Editor’s Note: Enjoy this excerpt from beloved author Anne Graham Lotz (called the “best preacher in the family” by her father Reverend Billy Graham). The Daniel Prayer Bible Study is based off the prayer of Daniel, who prayed on behalf of his nation, Judah, which had come under God’s judgment. Today, Lotz continues to utilize the Daniel prayer model to encourage, equip and engage readers in effective, passionate prayer. You are invited to join us for The Daniel Prayer Online Bible Study starting June 11th. Register today!
Daniel had a specific place that he designated for prayer, which was an upstairs room in his home to which he withdrew three times every day (Daniel 6:10).
We don’t know anything else about this room except that it had windows facing west. His preparations may have been as simple as setting aside this particular place for prayer where he could be undistracted and undisturbed. A refuge away from the all-consuming culture closing in around him.
I’m convinced we all need this kind of sacred space set aside for special time alone with God. My designated, prepared place for prayer in my home is the corner of my living room. On one side of the wingback chair where I sit is a fireplace. On cold winter mornings I light the fire, and it adds a cozy ambience that I find appealing. On the other side is a table with a drawer in which I keep several different translations of the Bible, three small devotional books, a Bible-study notebook, a personal journal, my reading glasses, pencil, pen, legal pad, iPad, and tissues. I want everything in place so that once I sit down to pray, I don’t have to keep jumping up to find my pen or my glasses or get a tissue for my constantly dripping nose. Gathering those materials required preparation that included selecting a Bible that does not travel with me, but is used only for the purpose of prayer so that it is rarely removed from the chair side table. In that way I know it’s always available when I pray.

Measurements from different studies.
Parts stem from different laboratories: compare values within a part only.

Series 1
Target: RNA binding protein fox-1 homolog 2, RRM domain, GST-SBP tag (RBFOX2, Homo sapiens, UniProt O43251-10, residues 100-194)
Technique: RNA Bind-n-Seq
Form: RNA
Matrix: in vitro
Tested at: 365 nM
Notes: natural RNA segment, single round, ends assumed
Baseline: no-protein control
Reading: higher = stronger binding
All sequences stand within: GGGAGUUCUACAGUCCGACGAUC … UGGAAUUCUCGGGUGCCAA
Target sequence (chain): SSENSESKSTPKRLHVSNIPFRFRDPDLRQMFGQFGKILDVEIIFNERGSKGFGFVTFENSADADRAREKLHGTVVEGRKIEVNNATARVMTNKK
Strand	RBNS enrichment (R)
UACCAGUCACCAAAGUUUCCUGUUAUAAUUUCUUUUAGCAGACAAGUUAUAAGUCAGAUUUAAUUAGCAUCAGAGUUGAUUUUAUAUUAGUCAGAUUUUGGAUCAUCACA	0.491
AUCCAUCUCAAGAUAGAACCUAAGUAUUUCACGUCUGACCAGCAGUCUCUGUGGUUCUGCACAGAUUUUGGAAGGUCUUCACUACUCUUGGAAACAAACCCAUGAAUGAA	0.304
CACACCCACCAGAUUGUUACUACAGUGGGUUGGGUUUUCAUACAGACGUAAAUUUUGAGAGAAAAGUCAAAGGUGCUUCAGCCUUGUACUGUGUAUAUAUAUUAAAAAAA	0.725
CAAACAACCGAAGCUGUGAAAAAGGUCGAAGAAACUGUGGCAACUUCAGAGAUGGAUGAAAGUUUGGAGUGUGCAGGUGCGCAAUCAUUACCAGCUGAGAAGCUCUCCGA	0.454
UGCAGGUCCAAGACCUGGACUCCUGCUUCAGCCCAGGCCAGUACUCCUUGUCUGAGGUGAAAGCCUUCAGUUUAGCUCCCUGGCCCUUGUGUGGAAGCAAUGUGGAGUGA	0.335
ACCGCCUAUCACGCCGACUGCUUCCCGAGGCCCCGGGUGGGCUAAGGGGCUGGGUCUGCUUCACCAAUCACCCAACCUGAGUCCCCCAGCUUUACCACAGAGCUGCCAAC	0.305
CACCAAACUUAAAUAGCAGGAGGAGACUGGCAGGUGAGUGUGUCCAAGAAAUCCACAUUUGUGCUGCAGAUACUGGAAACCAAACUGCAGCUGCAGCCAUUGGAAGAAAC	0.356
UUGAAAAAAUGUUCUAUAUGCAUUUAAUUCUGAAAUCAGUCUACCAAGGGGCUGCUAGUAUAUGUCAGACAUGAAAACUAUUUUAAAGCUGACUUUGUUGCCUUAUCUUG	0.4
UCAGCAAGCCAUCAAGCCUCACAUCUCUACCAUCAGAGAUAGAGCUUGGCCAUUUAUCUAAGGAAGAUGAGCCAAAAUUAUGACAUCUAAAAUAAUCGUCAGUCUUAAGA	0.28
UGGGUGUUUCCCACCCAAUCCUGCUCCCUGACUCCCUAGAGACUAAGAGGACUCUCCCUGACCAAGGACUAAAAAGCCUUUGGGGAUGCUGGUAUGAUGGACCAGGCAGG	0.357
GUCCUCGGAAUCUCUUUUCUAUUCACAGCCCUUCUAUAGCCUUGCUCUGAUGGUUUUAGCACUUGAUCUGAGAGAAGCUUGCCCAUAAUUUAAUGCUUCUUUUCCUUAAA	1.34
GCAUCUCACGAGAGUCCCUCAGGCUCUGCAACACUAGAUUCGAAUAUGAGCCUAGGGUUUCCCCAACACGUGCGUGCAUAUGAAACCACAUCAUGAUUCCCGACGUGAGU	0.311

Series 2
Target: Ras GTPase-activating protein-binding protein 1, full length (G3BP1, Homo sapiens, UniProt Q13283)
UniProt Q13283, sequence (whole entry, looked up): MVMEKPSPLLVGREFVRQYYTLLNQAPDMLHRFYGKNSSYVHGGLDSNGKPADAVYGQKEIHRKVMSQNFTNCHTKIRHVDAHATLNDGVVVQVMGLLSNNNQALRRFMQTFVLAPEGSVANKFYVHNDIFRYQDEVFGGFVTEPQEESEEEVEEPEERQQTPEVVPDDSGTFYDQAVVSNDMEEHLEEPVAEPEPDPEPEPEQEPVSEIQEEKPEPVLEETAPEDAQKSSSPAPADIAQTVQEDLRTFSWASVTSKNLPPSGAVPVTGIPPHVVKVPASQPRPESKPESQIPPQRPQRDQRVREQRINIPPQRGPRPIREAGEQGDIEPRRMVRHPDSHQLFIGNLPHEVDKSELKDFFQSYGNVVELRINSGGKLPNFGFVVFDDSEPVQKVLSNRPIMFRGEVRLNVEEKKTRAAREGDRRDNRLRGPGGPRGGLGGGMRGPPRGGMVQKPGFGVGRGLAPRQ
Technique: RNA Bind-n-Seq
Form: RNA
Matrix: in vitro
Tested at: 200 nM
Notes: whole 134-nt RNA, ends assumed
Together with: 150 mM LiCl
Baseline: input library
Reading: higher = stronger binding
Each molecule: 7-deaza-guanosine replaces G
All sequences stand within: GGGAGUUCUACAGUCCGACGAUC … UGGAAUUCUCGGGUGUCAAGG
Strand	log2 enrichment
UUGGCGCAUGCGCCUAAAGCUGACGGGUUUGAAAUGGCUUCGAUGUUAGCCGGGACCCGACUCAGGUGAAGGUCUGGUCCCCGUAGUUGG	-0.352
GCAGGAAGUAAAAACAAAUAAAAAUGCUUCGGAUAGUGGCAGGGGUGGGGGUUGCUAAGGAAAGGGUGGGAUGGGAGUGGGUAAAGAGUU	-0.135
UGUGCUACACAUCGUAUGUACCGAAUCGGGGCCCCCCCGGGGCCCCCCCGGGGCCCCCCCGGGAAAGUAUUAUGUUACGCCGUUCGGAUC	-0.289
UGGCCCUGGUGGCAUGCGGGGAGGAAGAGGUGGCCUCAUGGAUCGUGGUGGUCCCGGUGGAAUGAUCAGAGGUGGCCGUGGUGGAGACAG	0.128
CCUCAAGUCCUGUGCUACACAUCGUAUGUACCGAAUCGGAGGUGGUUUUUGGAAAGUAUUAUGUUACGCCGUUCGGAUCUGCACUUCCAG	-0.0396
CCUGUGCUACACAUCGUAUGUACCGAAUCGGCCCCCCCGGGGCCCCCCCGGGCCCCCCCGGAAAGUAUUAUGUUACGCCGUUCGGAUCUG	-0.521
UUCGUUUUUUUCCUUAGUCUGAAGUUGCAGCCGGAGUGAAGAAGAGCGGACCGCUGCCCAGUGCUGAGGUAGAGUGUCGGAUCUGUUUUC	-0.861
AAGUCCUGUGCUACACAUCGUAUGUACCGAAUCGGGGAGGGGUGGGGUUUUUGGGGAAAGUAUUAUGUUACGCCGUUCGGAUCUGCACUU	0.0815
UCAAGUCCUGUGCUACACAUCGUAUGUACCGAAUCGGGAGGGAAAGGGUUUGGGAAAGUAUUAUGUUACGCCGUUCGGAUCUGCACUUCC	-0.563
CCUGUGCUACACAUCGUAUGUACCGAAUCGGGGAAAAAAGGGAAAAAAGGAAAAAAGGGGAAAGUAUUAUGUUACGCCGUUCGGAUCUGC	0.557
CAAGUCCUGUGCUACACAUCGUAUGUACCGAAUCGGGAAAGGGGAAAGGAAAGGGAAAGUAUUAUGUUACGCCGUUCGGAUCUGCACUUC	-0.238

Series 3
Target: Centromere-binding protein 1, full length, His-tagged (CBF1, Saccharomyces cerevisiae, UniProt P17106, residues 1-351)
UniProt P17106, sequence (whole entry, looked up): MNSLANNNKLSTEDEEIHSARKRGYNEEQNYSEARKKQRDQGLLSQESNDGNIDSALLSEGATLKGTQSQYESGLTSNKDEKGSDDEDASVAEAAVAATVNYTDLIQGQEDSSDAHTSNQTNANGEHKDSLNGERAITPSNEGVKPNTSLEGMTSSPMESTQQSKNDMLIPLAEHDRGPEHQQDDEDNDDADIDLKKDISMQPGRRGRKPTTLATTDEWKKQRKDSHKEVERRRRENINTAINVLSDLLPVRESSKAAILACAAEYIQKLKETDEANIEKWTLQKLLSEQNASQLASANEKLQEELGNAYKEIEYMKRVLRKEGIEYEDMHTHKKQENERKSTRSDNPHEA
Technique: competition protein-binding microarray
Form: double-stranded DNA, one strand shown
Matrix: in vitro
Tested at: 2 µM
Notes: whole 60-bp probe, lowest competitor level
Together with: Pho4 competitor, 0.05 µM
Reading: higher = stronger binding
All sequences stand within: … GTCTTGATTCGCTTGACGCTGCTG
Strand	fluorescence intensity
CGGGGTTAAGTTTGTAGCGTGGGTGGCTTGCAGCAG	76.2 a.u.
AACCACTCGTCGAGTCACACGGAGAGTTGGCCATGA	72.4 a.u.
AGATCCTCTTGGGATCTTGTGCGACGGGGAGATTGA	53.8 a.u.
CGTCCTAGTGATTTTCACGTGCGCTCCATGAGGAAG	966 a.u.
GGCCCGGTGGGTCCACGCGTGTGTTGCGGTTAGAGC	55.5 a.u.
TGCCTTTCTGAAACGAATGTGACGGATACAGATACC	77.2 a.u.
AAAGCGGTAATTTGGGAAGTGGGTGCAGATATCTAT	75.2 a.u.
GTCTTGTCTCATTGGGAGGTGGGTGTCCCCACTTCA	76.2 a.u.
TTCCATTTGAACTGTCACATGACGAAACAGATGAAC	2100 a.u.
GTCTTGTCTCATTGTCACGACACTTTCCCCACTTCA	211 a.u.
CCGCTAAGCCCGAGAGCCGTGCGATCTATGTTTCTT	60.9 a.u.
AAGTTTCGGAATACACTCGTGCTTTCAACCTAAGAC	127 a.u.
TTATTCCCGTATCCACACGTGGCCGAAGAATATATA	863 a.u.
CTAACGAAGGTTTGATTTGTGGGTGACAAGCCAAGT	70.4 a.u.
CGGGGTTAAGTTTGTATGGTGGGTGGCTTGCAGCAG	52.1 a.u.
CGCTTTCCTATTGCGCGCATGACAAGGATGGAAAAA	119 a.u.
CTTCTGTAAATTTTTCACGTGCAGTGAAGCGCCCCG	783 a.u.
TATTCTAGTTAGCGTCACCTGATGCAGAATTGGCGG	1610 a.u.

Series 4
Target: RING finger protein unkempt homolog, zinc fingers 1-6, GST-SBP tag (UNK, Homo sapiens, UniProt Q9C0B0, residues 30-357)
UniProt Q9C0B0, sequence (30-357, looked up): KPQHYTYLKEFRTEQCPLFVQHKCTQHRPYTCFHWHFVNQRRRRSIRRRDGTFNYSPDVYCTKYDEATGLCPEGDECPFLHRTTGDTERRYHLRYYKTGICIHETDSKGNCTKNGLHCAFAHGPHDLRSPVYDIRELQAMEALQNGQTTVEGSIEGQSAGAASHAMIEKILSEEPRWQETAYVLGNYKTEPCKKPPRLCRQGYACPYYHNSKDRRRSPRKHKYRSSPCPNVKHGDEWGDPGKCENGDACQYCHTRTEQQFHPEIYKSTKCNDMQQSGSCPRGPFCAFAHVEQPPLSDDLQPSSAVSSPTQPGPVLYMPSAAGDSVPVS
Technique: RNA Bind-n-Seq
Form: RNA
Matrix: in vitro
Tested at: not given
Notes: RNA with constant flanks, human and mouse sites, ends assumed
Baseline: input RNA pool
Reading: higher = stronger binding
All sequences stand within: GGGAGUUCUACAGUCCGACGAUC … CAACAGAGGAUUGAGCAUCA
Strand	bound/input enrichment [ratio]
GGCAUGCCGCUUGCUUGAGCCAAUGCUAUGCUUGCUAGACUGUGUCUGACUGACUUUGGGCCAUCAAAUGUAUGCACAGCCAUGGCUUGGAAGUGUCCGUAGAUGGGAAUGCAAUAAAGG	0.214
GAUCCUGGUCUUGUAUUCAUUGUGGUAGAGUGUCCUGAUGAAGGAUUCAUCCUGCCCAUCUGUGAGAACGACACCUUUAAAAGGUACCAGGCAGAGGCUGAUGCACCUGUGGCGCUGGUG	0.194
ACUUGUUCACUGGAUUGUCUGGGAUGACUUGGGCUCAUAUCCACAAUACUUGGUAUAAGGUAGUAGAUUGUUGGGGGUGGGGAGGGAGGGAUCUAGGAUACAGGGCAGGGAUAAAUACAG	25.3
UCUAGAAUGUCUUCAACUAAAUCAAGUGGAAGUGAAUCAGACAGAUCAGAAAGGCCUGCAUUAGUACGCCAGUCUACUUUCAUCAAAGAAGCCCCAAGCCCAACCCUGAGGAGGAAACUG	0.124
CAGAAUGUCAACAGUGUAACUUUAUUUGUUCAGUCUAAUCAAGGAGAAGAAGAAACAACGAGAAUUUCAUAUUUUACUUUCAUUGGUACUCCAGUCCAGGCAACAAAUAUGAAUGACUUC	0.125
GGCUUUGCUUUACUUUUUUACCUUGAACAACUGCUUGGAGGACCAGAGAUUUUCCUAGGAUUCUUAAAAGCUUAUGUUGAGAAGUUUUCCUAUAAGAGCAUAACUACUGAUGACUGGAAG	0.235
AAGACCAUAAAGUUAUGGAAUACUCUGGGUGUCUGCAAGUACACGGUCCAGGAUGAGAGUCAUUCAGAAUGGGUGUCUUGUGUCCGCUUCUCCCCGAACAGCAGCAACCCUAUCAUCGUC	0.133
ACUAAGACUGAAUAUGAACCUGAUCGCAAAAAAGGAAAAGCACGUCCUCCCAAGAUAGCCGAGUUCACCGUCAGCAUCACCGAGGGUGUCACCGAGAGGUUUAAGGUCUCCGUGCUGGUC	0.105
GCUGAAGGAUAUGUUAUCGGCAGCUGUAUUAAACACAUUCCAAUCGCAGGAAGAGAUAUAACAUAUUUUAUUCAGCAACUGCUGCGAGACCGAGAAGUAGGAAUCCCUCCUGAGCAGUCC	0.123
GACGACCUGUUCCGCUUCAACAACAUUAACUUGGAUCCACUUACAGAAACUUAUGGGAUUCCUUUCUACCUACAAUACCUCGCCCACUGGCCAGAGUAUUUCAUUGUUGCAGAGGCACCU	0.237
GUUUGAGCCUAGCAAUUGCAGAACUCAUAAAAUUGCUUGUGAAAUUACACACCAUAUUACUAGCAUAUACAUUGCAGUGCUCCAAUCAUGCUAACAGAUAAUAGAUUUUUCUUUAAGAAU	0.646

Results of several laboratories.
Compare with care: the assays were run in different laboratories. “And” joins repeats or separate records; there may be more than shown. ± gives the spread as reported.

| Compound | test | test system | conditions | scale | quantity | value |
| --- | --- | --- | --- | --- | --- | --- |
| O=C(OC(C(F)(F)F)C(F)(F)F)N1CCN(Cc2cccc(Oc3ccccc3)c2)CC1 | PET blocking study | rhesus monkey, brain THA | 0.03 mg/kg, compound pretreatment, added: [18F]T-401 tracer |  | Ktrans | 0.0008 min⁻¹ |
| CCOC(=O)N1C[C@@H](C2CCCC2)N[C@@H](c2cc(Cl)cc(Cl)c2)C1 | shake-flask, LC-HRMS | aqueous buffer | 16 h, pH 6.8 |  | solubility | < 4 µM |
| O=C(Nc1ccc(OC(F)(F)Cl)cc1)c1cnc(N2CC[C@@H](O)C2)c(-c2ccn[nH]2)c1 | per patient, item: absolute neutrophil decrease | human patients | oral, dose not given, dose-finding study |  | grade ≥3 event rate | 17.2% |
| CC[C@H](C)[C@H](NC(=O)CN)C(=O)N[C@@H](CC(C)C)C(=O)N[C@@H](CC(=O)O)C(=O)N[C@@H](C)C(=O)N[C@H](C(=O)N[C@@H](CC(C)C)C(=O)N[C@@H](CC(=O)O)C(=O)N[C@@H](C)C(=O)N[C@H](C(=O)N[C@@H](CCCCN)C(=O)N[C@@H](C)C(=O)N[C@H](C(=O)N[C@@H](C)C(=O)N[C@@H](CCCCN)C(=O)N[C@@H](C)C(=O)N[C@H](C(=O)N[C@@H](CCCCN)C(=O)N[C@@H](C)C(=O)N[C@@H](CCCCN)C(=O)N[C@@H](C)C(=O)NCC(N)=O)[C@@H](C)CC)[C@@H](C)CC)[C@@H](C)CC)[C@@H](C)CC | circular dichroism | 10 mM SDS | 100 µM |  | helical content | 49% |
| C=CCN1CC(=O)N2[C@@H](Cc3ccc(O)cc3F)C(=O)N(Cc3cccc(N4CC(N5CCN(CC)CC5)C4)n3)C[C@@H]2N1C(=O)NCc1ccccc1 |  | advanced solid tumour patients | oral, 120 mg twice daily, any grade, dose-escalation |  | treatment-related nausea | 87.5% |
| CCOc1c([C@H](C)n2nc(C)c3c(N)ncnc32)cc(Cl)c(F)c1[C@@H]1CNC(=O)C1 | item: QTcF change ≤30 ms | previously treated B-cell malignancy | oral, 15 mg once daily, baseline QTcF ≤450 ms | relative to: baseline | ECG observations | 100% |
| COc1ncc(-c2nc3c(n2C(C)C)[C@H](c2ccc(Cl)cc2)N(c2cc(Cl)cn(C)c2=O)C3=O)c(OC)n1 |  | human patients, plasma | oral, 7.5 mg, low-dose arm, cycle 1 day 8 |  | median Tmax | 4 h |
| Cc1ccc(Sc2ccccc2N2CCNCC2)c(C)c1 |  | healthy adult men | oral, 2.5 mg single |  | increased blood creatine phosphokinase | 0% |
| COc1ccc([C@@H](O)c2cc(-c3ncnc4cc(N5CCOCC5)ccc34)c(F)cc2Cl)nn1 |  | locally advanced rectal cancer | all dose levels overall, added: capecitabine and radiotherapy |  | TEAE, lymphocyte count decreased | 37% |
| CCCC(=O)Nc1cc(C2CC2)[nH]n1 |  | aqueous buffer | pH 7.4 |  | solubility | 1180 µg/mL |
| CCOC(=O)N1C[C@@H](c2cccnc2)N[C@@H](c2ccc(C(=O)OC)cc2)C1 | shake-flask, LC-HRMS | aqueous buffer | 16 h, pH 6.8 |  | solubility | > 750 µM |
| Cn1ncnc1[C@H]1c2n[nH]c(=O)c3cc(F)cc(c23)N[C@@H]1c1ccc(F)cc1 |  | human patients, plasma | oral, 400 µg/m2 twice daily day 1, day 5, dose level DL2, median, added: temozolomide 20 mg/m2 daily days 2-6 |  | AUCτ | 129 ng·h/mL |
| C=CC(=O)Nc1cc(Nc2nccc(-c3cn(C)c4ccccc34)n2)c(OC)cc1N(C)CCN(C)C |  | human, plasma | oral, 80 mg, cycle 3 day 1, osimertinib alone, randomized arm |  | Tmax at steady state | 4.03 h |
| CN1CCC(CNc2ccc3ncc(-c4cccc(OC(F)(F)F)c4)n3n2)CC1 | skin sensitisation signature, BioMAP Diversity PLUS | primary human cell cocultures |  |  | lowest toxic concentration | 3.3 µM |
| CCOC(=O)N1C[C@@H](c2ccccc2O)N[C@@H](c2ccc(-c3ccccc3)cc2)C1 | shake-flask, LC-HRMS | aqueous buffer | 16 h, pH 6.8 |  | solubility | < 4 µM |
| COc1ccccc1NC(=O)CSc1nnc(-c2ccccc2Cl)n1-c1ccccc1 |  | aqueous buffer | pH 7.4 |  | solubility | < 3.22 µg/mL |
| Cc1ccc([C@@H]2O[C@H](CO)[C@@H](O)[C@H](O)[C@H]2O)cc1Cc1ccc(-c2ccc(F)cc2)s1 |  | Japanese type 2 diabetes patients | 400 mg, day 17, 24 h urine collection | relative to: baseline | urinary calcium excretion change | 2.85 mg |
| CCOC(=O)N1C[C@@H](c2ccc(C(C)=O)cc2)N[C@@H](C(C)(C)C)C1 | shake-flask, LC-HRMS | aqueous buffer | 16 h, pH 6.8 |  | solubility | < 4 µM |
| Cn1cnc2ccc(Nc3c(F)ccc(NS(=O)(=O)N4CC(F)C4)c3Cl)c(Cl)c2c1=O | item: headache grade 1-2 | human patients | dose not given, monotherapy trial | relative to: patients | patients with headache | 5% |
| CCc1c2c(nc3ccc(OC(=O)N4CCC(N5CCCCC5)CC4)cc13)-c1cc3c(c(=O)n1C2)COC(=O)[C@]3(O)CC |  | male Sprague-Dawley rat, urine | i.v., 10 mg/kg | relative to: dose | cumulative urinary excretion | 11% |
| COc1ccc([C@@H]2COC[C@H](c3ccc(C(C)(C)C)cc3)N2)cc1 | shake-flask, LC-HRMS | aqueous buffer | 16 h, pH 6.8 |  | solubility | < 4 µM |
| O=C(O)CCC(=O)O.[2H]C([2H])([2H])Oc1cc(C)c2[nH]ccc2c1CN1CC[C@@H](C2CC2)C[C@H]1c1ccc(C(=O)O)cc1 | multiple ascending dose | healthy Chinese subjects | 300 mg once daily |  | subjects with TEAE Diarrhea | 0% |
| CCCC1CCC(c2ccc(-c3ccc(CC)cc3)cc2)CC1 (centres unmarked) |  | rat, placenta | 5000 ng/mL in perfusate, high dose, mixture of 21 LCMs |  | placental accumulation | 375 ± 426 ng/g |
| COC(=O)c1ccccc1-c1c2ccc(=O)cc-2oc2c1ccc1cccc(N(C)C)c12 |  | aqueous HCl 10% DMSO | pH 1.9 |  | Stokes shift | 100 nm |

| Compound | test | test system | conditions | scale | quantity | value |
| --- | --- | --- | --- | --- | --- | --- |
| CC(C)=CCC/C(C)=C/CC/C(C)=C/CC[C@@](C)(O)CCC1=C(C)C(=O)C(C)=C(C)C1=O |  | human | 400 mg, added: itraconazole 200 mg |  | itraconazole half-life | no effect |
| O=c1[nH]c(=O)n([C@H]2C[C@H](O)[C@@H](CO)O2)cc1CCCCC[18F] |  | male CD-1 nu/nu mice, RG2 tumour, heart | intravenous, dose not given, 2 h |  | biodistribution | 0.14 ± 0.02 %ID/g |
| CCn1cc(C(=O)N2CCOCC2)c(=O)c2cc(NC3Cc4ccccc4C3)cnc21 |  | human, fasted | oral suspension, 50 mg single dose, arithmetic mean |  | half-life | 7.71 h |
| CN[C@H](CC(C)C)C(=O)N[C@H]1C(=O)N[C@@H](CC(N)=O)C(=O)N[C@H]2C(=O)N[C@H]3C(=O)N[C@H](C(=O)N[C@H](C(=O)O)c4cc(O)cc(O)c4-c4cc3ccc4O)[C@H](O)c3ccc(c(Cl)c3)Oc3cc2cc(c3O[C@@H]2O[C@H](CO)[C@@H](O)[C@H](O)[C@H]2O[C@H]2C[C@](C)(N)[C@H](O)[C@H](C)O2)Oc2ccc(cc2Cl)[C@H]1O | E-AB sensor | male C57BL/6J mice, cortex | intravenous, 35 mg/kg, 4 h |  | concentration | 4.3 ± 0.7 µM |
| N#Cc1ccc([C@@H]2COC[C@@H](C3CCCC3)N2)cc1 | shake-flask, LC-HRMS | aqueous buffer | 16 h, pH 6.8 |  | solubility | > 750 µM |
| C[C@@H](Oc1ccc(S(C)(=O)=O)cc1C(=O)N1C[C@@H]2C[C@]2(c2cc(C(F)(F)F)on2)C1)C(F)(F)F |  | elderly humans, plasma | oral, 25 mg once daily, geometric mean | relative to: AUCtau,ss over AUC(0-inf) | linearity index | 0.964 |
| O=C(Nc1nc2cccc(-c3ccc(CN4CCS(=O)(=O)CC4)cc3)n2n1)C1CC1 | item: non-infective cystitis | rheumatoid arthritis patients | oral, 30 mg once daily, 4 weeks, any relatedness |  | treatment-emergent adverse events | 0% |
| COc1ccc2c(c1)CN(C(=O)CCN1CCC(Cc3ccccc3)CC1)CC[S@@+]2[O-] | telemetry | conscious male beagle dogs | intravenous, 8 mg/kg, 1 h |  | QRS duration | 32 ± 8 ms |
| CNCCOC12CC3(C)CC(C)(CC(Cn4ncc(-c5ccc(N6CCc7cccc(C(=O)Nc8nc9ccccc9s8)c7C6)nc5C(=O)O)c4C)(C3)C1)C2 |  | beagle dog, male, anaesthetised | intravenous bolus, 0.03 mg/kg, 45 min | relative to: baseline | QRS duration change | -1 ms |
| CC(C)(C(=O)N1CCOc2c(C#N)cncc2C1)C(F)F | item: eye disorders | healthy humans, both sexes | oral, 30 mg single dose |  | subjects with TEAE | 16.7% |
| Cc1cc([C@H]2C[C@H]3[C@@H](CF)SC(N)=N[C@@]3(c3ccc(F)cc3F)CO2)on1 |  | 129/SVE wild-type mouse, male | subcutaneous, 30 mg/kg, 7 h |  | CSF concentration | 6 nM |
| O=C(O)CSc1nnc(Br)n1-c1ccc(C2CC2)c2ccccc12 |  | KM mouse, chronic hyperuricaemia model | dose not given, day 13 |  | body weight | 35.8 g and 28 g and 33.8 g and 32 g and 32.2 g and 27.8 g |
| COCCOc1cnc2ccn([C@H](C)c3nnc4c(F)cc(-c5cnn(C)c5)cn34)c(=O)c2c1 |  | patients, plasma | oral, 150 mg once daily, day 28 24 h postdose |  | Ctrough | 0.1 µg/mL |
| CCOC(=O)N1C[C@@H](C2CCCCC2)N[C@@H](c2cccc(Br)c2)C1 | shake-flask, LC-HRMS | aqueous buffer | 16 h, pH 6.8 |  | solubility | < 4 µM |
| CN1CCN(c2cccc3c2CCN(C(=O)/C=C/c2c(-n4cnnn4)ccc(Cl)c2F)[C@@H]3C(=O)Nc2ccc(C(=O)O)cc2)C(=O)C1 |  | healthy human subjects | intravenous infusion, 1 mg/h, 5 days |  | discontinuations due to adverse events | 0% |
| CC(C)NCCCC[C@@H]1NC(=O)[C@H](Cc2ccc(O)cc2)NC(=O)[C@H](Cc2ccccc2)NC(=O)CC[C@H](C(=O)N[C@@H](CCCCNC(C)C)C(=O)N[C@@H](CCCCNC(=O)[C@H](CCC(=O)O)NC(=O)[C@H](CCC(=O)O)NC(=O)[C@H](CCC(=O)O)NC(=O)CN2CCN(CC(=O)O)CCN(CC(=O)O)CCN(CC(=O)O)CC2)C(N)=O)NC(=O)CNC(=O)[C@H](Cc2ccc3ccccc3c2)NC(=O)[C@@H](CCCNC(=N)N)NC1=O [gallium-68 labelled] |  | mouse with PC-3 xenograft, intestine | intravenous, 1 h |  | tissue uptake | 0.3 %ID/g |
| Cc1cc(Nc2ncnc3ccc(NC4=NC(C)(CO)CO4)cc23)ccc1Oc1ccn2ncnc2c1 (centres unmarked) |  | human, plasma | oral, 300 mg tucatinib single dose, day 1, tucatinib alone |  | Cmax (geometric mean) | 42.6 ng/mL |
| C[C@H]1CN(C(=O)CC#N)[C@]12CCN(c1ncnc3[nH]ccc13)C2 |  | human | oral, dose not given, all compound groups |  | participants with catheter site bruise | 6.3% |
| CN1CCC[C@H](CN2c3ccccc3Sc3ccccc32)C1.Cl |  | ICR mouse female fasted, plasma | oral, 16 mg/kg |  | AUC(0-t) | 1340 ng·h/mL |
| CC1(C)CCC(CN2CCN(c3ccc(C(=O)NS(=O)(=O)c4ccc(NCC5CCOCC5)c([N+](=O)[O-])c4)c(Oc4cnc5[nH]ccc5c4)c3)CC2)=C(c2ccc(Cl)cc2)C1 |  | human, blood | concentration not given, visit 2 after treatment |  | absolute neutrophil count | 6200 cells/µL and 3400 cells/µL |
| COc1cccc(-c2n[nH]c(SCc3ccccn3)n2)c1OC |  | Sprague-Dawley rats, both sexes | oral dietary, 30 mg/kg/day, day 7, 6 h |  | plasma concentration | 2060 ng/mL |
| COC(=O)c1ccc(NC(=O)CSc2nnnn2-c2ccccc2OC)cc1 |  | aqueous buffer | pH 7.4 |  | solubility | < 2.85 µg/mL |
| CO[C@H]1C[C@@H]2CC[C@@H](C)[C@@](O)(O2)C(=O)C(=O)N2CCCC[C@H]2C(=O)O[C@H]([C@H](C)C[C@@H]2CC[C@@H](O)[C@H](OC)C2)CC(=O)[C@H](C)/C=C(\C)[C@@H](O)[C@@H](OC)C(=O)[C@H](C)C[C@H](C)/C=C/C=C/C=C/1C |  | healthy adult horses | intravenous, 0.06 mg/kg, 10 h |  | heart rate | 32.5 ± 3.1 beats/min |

But I also know I need the regular, disciplined prayer of others. When I began my international ministry almost thirty years ago, God impressed on my heart to establish a Personal Prayer Team. They meet on Thursday mornings in the home
of one of the members. I send them a weekly prayer letter on Wednesday that lists answers to prayer from the previous week’s requests, then gives more requests for the coming week. Four of the ten ladies now serving have been on my Prayer Team for the entire time. I was blessed beyond words when my daughter, Rachel-Ruth Wright, not only felt called to be on my Personal Prayer Team, but two years ago was selected to be the Chair.